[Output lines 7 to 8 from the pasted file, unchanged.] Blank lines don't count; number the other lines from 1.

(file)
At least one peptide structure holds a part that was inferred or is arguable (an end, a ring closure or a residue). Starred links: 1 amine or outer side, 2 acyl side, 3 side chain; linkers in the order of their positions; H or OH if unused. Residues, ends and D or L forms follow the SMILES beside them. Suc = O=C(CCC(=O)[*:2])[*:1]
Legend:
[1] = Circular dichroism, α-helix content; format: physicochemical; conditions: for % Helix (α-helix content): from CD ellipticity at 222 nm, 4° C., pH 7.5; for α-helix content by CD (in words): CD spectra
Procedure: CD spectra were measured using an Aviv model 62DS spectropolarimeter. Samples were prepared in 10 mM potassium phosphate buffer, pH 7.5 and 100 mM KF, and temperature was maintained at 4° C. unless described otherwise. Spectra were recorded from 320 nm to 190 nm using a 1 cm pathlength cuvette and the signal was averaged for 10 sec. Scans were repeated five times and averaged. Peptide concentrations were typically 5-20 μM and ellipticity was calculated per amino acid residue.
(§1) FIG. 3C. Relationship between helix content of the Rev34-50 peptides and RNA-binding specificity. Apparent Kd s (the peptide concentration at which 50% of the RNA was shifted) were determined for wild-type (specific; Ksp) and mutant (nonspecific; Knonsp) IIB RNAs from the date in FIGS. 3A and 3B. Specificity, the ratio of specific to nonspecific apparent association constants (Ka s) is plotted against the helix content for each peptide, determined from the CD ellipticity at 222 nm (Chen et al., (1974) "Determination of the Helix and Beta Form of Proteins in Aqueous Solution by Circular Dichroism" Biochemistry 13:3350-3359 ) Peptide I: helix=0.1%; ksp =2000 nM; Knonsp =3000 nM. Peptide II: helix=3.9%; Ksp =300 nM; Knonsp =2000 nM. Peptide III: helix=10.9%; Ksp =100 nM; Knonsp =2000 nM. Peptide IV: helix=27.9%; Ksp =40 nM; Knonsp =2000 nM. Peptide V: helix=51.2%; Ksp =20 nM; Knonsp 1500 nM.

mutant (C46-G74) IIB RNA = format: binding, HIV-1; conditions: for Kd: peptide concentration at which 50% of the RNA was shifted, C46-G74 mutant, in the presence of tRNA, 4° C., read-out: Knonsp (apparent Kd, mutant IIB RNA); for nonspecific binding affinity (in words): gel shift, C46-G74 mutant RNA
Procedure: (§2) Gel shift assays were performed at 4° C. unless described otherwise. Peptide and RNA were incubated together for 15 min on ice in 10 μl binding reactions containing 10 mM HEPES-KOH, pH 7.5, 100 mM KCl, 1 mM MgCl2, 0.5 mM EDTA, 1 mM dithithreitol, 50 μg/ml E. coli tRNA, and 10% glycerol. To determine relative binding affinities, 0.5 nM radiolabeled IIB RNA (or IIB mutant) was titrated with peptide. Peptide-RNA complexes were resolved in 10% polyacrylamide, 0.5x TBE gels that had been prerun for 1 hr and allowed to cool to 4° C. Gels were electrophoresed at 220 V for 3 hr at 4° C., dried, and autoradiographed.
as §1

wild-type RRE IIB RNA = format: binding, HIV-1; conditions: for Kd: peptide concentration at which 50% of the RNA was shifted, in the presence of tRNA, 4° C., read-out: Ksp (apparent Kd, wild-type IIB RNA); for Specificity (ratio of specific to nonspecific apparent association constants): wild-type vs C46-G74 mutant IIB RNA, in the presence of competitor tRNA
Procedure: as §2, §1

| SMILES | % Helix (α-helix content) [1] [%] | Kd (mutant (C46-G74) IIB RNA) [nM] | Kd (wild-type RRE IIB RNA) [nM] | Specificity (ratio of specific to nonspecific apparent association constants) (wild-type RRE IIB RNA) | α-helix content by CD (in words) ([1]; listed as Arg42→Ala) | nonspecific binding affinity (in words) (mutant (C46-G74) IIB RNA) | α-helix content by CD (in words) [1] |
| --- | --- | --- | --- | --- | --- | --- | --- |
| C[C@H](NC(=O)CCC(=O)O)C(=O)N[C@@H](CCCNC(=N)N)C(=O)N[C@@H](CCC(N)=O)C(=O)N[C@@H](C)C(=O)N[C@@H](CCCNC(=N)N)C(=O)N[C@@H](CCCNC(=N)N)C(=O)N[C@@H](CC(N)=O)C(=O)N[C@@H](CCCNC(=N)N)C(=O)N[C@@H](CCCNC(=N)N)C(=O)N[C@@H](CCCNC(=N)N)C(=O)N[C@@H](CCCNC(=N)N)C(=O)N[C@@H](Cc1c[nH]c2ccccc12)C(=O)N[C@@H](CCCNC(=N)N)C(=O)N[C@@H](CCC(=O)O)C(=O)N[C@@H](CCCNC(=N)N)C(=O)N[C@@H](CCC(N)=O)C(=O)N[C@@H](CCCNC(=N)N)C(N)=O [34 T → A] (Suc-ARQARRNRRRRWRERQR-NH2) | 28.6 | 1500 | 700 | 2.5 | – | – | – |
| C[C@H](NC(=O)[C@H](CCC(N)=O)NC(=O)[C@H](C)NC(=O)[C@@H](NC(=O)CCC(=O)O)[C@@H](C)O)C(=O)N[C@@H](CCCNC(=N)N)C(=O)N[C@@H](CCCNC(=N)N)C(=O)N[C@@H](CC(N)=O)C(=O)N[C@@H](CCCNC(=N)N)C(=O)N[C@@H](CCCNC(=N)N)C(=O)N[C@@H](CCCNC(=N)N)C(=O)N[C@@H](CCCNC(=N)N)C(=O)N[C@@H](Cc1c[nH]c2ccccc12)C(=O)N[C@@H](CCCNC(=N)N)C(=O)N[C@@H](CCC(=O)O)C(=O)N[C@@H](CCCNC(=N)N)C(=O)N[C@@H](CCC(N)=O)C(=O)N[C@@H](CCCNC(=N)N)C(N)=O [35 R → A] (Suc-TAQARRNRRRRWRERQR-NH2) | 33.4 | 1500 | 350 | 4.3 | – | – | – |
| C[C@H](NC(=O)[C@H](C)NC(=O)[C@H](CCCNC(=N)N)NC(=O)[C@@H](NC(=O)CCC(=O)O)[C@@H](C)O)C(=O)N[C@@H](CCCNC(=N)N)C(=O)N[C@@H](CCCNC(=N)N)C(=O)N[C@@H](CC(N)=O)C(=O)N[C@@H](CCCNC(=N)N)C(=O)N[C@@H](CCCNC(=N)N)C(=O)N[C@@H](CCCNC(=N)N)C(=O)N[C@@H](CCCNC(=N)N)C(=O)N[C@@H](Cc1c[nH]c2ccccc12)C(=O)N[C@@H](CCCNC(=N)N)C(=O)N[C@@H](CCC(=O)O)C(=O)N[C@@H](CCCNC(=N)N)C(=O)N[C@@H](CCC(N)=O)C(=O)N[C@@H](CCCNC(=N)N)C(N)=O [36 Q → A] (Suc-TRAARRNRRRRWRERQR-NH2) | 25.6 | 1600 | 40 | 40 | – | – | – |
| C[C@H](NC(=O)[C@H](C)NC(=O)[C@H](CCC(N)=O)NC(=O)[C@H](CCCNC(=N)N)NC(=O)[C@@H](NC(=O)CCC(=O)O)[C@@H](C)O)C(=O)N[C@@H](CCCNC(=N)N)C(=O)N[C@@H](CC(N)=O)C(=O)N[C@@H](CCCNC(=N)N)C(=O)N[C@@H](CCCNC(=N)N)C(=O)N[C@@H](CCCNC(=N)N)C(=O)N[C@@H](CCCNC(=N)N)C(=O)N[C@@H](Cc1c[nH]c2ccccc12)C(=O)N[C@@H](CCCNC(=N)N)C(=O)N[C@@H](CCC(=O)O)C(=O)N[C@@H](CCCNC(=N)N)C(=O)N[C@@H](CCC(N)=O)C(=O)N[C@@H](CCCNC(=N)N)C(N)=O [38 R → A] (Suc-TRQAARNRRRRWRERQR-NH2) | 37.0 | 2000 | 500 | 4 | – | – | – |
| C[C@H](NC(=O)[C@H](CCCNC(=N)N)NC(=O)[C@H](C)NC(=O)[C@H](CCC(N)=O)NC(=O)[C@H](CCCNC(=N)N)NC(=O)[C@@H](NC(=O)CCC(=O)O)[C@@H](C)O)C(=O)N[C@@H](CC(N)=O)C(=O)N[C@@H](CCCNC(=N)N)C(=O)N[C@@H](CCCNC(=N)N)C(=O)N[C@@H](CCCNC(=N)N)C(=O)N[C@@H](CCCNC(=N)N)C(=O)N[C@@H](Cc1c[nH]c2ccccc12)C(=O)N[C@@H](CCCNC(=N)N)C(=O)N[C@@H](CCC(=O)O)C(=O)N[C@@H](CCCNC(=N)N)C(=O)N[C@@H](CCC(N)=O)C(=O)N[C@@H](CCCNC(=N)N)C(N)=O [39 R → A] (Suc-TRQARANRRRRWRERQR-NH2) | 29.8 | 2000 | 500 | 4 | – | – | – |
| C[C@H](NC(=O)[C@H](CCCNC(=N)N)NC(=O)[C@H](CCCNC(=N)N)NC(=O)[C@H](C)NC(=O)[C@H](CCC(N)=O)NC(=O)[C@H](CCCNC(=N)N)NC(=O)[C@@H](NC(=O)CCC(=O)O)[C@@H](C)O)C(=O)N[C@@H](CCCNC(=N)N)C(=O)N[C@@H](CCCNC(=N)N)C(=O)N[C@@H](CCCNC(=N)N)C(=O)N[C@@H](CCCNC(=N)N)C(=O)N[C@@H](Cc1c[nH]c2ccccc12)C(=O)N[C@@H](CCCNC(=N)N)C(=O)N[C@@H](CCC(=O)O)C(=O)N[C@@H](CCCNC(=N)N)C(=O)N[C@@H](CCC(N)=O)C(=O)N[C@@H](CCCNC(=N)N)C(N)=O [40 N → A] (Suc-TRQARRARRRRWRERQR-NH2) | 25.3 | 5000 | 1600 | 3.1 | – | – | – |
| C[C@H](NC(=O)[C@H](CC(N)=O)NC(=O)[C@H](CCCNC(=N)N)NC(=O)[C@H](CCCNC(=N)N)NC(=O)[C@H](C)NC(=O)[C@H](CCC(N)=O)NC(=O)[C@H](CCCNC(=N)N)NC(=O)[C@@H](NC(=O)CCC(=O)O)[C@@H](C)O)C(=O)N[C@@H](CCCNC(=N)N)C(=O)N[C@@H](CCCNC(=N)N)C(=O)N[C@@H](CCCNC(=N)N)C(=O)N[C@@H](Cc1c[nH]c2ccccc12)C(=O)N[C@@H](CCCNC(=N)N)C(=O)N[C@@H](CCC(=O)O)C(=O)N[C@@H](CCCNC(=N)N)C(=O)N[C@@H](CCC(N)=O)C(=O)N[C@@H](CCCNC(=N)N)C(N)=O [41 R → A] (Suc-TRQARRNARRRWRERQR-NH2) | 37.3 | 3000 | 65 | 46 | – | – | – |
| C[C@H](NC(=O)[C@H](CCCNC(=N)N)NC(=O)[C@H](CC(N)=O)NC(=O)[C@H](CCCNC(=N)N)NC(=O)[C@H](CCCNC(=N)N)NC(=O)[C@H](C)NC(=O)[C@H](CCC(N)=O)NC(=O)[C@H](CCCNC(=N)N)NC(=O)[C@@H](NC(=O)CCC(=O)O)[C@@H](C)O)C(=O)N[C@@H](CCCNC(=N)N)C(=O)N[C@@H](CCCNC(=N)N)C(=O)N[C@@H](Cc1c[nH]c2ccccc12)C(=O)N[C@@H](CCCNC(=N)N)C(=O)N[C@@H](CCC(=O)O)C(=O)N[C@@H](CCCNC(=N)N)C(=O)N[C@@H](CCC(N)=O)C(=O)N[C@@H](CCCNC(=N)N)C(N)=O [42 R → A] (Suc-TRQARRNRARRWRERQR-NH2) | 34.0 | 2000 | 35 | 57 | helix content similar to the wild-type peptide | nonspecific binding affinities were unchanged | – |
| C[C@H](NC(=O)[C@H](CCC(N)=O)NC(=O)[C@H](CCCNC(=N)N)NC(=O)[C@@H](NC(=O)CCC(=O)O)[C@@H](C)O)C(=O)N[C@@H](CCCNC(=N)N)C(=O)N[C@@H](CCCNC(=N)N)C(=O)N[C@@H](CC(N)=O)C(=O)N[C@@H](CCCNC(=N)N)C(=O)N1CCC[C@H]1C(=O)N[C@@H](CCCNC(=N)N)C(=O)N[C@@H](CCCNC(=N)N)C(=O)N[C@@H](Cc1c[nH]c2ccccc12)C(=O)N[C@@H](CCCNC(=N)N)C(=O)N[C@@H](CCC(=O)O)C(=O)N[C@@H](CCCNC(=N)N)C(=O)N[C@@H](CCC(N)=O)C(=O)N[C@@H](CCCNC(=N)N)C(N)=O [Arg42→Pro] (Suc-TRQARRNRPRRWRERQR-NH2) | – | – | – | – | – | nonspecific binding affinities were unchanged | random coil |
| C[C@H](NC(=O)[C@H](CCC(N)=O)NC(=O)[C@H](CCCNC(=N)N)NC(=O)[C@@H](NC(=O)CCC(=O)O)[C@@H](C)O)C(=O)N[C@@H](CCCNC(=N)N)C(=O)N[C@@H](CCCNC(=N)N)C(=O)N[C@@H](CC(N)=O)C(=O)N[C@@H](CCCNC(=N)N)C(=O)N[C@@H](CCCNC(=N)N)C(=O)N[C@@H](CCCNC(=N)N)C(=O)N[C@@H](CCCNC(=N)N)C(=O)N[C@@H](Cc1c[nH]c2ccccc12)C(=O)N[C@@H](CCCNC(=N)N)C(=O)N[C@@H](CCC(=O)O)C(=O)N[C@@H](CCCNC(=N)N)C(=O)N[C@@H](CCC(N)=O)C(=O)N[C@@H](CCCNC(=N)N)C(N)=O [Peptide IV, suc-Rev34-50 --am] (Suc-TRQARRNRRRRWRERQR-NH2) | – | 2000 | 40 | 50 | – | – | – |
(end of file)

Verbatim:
Procedure: (§2) Gel shift assays were performed at 4° C. unless described otherwise. Peptide and RNA were incubated together for 15 min on ice in 10 μl binding reactions containing 10 mM HEPES-KOH, pH 7.5, 100 mM KCl, 1 mM MgCl2, 0.5 mM EDTA, 1 mM dithithreitol, 50 μg/ml E. coli tRNA, and 10% glycerol. To determine relative binding affinities, 0.5 nM radiolabeled IIB RNA (or IIB mutant) was titrated with peptide. Peptide-RNA complexes were resolved in 10% polyacrylamide, 0.5x TBE gels that had been prerun for 1 hr and allowed to cool to 4° C. Gels were electrophoresed at 220 V for 3 hr at 4° C., dried, and autoradiographed.
as §1